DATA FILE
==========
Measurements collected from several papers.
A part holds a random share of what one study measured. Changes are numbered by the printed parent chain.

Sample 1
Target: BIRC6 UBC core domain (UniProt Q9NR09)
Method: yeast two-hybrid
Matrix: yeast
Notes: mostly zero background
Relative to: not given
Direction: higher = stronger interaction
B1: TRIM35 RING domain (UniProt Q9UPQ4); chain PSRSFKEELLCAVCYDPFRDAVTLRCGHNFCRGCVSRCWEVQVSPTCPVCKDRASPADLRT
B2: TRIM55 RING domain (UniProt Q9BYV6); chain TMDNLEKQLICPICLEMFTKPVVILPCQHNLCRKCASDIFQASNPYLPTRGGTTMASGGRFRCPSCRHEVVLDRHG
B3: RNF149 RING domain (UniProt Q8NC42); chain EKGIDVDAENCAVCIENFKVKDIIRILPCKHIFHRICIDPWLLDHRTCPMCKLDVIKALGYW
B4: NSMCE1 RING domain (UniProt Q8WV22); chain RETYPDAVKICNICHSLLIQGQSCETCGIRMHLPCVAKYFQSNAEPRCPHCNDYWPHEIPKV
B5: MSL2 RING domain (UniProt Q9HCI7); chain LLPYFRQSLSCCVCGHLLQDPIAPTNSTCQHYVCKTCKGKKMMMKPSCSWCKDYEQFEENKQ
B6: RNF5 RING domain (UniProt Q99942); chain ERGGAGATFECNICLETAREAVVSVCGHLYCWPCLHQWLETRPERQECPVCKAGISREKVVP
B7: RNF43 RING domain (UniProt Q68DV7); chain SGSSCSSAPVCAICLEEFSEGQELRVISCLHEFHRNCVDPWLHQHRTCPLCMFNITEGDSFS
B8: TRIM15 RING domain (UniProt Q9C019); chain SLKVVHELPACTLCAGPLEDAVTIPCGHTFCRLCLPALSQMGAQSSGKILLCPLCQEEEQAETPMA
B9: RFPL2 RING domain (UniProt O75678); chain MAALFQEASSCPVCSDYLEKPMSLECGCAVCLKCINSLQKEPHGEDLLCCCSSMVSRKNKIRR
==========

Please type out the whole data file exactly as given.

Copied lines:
Measurements collected from several papers.
A part holds a random share of what one study measured. Changes are numbered by the printed parent chain.

Sample 1
Target: BIRC6 UBC core domain (UniProt Q9NR09)
Method: yeast two-hybrid
Matrix: yeast
Notes: mostly zero background
Relative to: not given
Direction: higher = stronger interaction
B1: TRIM35 RING domain (UniProt Q9UPQ4); chain PSRSFKEELLCAVCYDPFRDAVTLRCGHNFCRGCVSRCWEVQVSPTCPVCKDRASPADLRT
B2: TRIM55 RING domain (UniProt Q9BYV6); chain TMDNLEKQLICPICLEMFTKPVVILPCQHNLCRKCASDIFQASNPYLPTRGGTTMASGGRFRCPSCRHEVVLDRHG
B3: RNF149 RING domain (UniProt Q8NC42); chain EKGIDVDAENCAVCIENFKVKDIIRILPCKHIFHRICIDPWLLDHRTCPMCKLDVIKALGYW
B4: NSMCE1 RING domain (UniProt Q8WV22); chain RETYPDAVKICNICHSLLIQGQSCETCGIRMHLPCVAKYFQSNAEPRCPHCNDYWPHEIPKV
B5: MSL2 RING domain (UniProt Q9HCI7); chain LLPYFRQSLSCCVCGHLLQDPIAPTNSTCQHYVCKTCKGKKMMMKPSCSWCKDYEQFEENKQ
B6: RNF5 RING domain (UniProt Q99942); chain ERGGAGATFECNICLETAREAVVSVCGHLYCWPCLHQWLETRPERQECPVCKAGISREKVVP
B7: RNF43 RING domain (UniProt Q68DV7); chain SGSSCSSAPVCAICLEEFSEGQELRVISCLHEFHRNCVDPWLHQHRTCPLCMFNITEGDSFS
B8: TRIM15 RING domain (UniProt Q9C019); chain SLKVVHELPACTLCAGPLEDAVTIPCGHTFCRLCLPALSQMGAQSSGKILLCPLCQEEEQAETPMA
B9: RFPL2 RING domain (UniProt O75678); chain MAALFQEASSCPVCSDYLEKPMSLECGCAVCLKCINSLQKEPHGEDLLCCCSSMVSRKNKIRR